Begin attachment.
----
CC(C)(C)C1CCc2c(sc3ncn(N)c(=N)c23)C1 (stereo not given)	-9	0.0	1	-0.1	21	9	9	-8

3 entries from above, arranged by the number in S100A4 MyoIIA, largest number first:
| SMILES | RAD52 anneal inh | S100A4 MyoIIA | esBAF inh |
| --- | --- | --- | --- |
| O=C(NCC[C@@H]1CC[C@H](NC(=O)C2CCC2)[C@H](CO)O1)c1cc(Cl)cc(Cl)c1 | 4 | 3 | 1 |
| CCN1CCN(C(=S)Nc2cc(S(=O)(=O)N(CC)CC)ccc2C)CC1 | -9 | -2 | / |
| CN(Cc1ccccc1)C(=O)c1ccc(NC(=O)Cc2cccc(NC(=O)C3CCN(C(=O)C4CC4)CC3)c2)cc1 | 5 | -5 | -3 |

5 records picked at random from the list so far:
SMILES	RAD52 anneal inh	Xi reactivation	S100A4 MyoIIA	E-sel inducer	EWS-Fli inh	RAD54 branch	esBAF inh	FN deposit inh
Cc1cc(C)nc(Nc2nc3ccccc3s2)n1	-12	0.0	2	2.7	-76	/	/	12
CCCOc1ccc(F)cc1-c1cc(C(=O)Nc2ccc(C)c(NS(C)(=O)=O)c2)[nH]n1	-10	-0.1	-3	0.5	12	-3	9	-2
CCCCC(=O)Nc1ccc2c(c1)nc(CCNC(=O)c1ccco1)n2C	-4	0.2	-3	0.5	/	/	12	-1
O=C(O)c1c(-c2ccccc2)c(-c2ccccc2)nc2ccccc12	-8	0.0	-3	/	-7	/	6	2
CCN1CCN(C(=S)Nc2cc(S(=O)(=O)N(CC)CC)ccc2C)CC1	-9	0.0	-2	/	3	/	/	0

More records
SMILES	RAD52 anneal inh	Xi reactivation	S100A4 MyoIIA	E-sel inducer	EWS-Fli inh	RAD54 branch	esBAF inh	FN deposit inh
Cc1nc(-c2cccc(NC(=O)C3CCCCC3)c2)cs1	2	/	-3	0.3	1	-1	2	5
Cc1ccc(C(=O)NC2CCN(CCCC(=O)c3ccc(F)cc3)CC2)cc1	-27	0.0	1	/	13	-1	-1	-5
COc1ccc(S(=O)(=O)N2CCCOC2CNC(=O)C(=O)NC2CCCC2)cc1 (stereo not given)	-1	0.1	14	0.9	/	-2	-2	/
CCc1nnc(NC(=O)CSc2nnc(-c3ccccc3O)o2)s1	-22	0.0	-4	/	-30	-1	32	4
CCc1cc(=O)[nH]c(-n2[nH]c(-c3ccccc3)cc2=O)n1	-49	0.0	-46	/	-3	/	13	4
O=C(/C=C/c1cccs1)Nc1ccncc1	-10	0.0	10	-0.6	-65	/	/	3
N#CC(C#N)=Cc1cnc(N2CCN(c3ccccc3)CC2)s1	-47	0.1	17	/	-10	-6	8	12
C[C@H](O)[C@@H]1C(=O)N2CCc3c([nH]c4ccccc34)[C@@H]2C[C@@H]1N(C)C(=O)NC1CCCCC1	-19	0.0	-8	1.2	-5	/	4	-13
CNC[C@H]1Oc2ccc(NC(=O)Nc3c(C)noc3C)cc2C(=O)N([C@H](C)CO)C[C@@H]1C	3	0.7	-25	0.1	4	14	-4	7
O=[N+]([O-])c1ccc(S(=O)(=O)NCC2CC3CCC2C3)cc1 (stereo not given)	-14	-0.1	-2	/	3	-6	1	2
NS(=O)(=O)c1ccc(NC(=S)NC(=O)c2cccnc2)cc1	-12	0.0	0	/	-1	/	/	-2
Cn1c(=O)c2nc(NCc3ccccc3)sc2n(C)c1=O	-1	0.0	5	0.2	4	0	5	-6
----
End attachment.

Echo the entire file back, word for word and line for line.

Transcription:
CC(C)(C)C1CCc2c(sc3ncn(N)c(=N)c23)C1 (stereo not given)	-9	0.0	1	-0.1	21	9	9	-8

3 entries from above, arranged by the number in S100A4 MyoIIA, largest number first:
| SMILES | RAD52 anneal inh | S100A4 MyoIIA | esBAF inh |
| --- | --- | --- | --- |
| O=C(NCC[C@@H]1CC[C@H](NC(=O)C2CCC2)[C@H](CO)O1)c1cc(Cl)cc(Cl)c1 | 4 | 3 | 1 |
| CCN1CCN(C(=S)Nc2cc(S(=O)(=O)N(CC)CC)ccc2C)CC1 | -9 | -2 | / |
| CN(Cc1ccccc1)C(=O)c1ccc(NC(=O)Cc2cccc(NC(=O)C3CCN(C(=O)C4CC4)CC3)c2)cc1 | 5 | -5 | -3 |

5 records picked at random from the list so far:
SMILES	RAD52 anneal inh	Xi reactivation	S100A4 MyoIIA	E-sel inducer	EWS-Fli inh	RAD54 branch	esBAF inh	FN deposit inh
Cc1cc(C)nc(Nc2nc3ccccc3s2)n1	-12	0.0	2	2.7	-76	/	/	12
CCCOc1ccc(F)cc1-c1cc(C(=O)Nc2ccc(C)c(NS(C)(=O)=O)c2)[nH]n1	-10	-0.1	-3	0.5	12	-3	9	-2
CCCCC(=O)Nc1ccc2c(c1)nc(CCNC(=O)c1ccco1)n2C	-4	0.2	-3	0.5	/	/	12	-1
O=C(O)c1c(-c2ccccc2)c(-c2ccccc2)nc2ccccc12	-8	0.0	-3	/	-7	/	6	2
CCN1CCN(C(=S)Nc2cc(S(=O)(=O)N(CC)CC)ccc2C)CC1	-9	0.0	-2	/	3	/	/	0

More records
SMILES	RAD52 anneal inh	Xi reactivation	S100A4 MyoIIA	E-sel inducer	EWS-Fli inh	RAD54 branch	esBAF inh	FN deposit inh
Cc1nc(-c2cccc(NC(=O)C3CCCCC3)c2)cs1	2	/	-3	0.3	1	-1	2	5
Cc1ccc(C(=O)NC2CCN(CCCC(=O)c3ccc(F)cc3)CC2)cc1	-27	0.0	1	/	13	-1	-1	-5
COc1ccc(S(=O)(=O)N2CCCOC2CNC(=O)C(=O)NC2CCCC2)cc1 (stereo not given)	-1	0.1	14	0.9	/	-2	-2	/
CCc1nnc(NC(=O)CSc2nnc(-c3ccccc3O)o2)s1	-22	0.0	-4	/	-30	-1	32	4
CCc1cc(=O)[nH]c(-n2[nH]c(-c3ccccc3)cc2=O)n1	-49	0.0	-46	/	-3	/	13	4
O=C(/C=C/c1cccs1)Nc1ccncc1	-10	0.0	10	-0.6	-65	/	/	3
N#CC(C#N)=Cc1cnc(N2CCN(c3ccccc3)CC2)s1	-47	0.1	17	/	-10	-6	8	12
C[C@H](O)[C@@H]1C(=O)N2CCc3c([nH]c4ccccc34)[C@@H]2C[C@@H]1N(C)C(=O)NC1CCCCC1	-19	0.0	-8	1.2	-5	/	4	-13
CNC[C@H]1Oc2ccc(NC(=O)Nc3c(C)noc3C)cc2C(=O)N([C@H](C)CO)C[C@@H]1C	3	0.7	-25	0.1	4	14	-4	7
O=[N+]([O-])c1ccc(S(=O)(=O)NCC2CC3CCC2C3)cc1 (stereo not given)	-14	-0.1	-2	/	3	-6	1	2
NS(=O)(=O)c1ccc(NC(=S)NC(=O)c2cccnc2)cc1	-12	0.0	0	/	-1	/	/	-2
Cn1c(=O)c2nc(NCc3ccccc3)sc2n(C)c1=O	-1	0.0	5	0.2	4	0	5	-6